- Treat yourself to a spa day!
- Plan a holiday.
This list can go on forever! Self-care is so individual, but it needs to ultimately be for YOU to make YOU feel good.
The mood swings don’t end with menopause, make plans for yourself, like take a break and meditate even just for 5 minutes or plan a spa day!
Sleep is essential. We need it for all aspects of our health: our brain, muscles, emotional health, metabolism, immunity, and heart health.
When we sleep enough, we are able to enter the deep sleep that lets our mind and muscles restore.
During menopause, this recovery is important as the joints, muscles, bones are more fragile and the mind is more vulnerable to stress. A consistent sleep pattern also promotes metabolic functions and helps regulate your appetite for weight management.
Reduced sleep leads to raised cortisol levels (the stress hormone), which is linked to cardiovascular diseases and cancers. Cortisol and melatonin (the sleep hormone) work together, so when one is low, the other is high; if we never lower our stress levels, melatonin will not rise and we won’t get the recovery time our body needs.
Meanwhile, here are some things you can do in your nighttime routine that can help you wind down:
- Avoid blue light from technology in the couple of hours before bed-time.
- No sugar – insulin negates the effect of melatonin, which means you might have to take that glass of red wine before your dinner!
- Eat dinner earlier – Give your gut the time to digest before you lie down by having dinner 3-4 hours before you sleep.
Your nighttime routine needs to be nonnegotiable and something that you can stick to so that you can get the sleep you need.
When we sleep enough, we are able to enter the deep sleep that lets our mind and muscles restore. During menopause, this recovery is important.
Your diet can play a huge part in how you feel and look, as having a healthy gut microbiome and lots of nutrients have physical and mental benefits.
Low estrogen levels cause the bowels to slow down, which affects our energy and weight.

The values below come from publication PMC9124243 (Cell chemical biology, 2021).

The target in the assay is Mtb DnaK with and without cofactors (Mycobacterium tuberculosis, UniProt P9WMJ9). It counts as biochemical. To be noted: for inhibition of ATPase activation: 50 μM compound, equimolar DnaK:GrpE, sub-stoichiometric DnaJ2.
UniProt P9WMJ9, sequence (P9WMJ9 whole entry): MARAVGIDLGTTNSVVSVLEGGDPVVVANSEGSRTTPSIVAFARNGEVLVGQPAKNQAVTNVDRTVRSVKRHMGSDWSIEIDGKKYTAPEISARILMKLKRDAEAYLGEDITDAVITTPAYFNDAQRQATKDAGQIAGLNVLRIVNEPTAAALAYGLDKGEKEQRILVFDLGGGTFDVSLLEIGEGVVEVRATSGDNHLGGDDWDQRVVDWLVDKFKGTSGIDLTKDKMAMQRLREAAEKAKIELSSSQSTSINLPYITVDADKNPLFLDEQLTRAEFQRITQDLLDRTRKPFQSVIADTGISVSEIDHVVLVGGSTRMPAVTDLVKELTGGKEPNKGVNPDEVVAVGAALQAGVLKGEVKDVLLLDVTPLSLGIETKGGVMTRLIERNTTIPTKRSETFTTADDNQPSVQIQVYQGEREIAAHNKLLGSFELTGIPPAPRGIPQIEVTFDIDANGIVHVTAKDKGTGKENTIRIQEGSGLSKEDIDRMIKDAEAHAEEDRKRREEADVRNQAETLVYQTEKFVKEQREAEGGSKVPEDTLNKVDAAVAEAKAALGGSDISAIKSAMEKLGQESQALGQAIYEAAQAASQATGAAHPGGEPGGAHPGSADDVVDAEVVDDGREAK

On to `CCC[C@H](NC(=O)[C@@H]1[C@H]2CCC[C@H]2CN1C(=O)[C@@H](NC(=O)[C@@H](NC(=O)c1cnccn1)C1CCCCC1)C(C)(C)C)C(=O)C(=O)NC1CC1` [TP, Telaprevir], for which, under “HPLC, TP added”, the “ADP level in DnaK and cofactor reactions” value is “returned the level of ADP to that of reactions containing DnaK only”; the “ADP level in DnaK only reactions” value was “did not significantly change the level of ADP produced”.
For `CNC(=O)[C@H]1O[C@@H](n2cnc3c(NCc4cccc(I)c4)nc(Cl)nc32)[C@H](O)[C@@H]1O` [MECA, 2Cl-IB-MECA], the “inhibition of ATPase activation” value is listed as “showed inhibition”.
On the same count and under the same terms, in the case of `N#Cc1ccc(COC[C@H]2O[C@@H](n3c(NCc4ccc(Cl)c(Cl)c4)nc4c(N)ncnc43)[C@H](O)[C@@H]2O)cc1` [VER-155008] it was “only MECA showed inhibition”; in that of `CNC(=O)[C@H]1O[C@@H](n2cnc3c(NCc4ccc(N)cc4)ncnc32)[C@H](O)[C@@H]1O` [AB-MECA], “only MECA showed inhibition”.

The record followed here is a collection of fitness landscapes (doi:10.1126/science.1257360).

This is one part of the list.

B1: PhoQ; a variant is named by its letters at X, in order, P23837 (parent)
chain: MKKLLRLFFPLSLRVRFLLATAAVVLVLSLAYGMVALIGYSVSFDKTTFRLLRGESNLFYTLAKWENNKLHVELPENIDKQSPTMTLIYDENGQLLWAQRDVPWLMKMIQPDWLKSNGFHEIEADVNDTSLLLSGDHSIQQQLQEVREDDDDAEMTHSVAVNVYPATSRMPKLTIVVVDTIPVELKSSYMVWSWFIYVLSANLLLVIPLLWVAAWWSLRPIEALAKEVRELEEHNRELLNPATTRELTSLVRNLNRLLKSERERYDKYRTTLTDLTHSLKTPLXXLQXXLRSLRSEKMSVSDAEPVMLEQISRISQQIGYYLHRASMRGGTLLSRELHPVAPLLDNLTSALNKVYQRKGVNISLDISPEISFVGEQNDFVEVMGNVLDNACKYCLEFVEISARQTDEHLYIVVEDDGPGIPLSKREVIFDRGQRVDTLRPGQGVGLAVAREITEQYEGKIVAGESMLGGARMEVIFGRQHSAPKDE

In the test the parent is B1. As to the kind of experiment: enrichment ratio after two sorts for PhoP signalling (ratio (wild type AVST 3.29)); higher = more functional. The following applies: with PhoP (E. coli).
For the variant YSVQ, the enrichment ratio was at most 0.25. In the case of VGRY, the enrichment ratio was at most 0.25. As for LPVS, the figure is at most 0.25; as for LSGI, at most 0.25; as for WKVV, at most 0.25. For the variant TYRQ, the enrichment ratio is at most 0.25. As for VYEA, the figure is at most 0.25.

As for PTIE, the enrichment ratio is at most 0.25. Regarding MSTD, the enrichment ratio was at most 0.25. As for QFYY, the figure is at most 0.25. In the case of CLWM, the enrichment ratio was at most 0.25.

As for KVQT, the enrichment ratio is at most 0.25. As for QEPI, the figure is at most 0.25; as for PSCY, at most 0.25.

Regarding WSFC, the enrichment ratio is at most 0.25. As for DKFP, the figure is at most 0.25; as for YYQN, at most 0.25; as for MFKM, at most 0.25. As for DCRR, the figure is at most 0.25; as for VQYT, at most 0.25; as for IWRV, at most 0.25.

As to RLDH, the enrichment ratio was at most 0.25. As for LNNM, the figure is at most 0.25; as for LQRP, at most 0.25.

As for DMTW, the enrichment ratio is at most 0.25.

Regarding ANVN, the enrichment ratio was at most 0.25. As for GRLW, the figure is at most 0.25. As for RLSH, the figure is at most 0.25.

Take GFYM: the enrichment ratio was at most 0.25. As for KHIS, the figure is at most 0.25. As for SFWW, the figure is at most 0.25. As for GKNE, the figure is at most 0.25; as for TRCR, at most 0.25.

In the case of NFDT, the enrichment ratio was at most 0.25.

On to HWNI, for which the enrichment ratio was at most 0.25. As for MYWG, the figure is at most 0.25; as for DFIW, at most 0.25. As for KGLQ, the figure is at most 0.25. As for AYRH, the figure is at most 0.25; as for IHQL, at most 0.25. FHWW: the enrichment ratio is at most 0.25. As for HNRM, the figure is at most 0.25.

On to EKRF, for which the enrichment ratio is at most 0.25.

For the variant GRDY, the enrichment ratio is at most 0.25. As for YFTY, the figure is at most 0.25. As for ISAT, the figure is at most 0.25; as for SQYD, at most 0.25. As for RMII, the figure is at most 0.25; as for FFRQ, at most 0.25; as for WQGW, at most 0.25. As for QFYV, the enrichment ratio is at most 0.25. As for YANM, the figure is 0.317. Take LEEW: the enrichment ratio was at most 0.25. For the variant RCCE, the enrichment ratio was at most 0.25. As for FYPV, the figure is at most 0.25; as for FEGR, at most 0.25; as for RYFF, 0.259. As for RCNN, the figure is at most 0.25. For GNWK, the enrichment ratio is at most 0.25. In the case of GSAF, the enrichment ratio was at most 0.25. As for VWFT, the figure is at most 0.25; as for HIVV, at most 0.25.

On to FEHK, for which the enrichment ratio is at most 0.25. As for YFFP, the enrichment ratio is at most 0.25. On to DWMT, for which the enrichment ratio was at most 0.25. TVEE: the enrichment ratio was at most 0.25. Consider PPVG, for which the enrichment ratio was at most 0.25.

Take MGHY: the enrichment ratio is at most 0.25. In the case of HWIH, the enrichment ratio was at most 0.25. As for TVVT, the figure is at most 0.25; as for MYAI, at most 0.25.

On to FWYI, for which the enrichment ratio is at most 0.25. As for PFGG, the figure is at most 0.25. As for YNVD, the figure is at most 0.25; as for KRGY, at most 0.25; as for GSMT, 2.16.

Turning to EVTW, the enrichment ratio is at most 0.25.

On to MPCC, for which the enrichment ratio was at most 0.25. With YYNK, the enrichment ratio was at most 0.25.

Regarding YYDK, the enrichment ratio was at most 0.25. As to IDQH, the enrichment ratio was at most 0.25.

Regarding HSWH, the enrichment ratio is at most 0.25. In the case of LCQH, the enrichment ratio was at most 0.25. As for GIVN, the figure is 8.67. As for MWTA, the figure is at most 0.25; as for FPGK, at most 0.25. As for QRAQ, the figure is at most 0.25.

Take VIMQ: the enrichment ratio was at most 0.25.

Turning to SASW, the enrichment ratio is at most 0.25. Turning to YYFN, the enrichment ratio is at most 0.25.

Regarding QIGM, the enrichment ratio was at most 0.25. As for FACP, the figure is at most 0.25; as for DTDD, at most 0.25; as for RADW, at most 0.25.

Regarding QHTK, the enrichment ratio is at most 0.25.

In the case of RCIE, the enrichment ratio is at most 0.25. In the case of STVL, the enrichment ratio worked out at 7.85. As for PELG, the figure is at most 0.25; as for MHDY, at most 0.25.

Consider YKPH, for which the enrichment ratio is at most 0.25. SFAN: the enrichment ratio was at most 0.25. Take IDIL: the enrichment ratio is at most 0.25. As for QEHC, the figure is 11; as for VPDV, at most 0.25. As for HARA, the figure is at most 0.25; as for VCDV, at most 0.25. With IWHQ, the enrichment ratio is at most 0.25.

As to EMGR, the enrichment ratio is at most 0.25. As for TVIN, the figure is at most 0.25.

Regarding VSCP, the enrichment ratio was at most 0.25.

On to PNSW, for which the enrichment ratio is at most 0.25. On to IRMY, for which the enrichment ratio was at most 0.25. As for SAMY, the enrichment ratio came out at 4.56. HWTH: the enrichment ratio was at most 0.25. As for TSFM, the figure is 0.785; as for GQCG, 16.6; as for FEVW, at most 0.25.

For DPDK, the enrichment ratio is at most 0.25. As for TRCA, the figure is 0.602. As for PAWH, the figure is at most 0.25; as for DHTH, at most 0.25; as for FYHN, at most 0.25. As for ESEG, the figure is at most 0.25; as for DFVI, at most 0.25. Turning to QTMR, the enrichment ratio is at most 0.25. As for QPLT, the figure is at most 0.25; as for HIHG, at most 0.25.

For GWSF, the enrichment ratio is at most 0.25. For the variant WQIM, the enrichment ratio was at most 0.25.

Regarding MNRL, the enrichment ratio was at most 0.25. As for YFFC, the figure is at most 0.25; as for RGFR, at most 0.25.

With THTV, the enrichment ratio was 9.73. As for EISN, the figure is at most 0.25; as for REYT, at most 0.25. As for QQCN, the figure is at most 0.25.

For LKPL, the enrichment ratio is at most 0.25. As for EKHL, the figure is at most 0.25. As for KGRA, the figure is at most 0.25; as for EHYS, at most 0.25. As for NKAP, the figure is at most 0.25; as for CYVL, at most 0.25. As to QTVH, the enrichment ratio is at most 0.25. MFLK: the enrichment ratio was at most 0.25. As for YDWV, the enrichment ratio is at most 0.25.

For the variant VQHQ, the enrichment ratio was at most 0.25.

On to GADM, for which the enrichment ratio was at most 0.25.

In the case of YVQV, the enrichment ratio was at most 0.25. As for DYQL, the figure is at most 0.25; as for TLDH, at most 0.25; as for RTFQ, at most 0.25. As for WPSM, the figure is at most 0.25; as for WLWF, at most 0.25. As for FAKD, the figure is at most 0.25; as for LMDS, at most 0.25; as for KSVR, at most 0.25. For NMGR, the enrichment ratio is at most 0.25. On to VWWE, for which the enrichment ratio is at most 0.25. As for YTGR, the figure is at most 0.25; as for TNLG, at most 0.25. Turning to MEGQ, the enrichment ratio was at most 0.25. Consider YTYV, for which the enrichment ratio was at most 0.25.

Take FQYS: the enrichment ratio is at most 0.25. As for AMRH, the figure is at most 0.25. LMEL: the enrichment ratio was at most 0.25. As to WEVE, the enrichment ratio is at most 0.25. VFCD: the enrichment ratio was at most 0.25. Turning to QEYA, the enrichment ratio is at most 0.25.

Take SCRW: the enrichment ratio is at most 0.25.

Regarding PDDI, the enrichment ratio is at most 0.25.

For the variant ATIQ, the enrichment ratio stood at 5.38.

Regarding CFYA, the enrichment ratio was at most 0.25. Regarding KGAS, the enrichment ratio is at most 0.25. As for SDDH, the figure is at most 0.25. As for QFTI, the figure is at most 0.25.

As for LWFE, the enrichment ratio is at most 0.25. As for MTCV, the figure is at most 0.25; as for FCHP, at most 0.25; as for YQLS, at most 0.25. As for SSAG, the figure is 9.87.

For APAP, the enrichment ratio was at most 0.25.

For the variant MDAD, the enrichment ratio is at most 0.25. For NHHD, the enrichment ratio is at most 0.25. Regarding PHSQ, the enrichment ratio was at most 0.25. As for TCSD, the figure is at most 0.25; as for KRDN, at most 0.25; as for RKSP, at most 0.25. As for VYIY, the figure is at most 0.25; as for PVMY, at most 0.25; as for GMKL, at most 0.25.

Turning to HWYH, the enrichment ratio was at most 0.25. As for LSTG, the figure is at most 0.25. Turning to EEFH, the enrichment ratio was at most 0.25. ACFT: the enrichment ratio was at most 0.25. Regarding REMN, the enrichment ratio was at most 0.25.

With 90% of our serotonin receptors in our intestines, a well-functioning gut can literally make you happier.
Rather than going on a “low carb” or “low fat” diet, focus on getting the “right” carbohydrates, fats, and protein from whole foods.
During menopause, inflammation worsens lots of the symptoms, like hot flushes, weight gain, and stiffness.
Therefore, eating more whole foods, meaning foods that are in their natural state can provide an anti-inflammatory effect.
Thus, there are ways you can holistically achieve beauty from within rather than relying on topical ailments. Find more information on menopause and diet here.
Eating more whole foods like fresh/frozen fruit and vegetables, unflavored nuts and seeds, legumes, and whole grains, can provide an anti-inflammatory effect.
Research has found that, in ancient communities, females who lived a more active lifestyle (such as the HAZDA hunter-gatherer tribe in Africa), had lower symptoms of menopause.
While there is not much information still about fitness and menopause, the evidence points towards it being a great tool for healthy aging.
Strength training when you are 50+ is fundamental for having a healthy body and mind as it stops muscle mass loss and contributes to the formation of new muscle which helps with fat loss and hormonal balance.
Include balance and stretch training like yoga (https://mbzen.com/yoga-for-perimenopause/), tai chi, and pilates to support the core and muscles surrounding the bones in a gentle way.
Therefore, like all the advice above, consult with a physician if you have concerns and always listen to your body for aches and pains.
Cardiovascular fitness is incredibly beneficial for blood flow, decreased inflammation, and increasing oxygen around the body.
While the research that went into this article was menopause-related, holistic health is a way of life everyone can benefit from.
With the body and mind so interconnected, working on one’s mental health while feeding and moving the body in a wholesome way will help reach a higher quality of life.
With all the benefits that come with living healthfully, and experiencing and witnessing it myself, I continue to do what I can to promote holistic wellness.
You are not alone in experiencing hormonal changes and imbalances, so let’s not be afraid of talking about it so we can continue to empower and inspire each other in our health journeys.
Hi, I’m Amanda! I’m a singer/actress as well as a yoga instructor, who is super passionate about holistic wellness. Having suffered mental and physical stresses due to the hectic life of a performer, I have regained strength through practicing yoga, mindfulness, and healthy eating. I am a firm believer in the power of holistic health to navigate this crazy world we live in, and I hope to help and inspire others on their journeys to a healthier, happier self.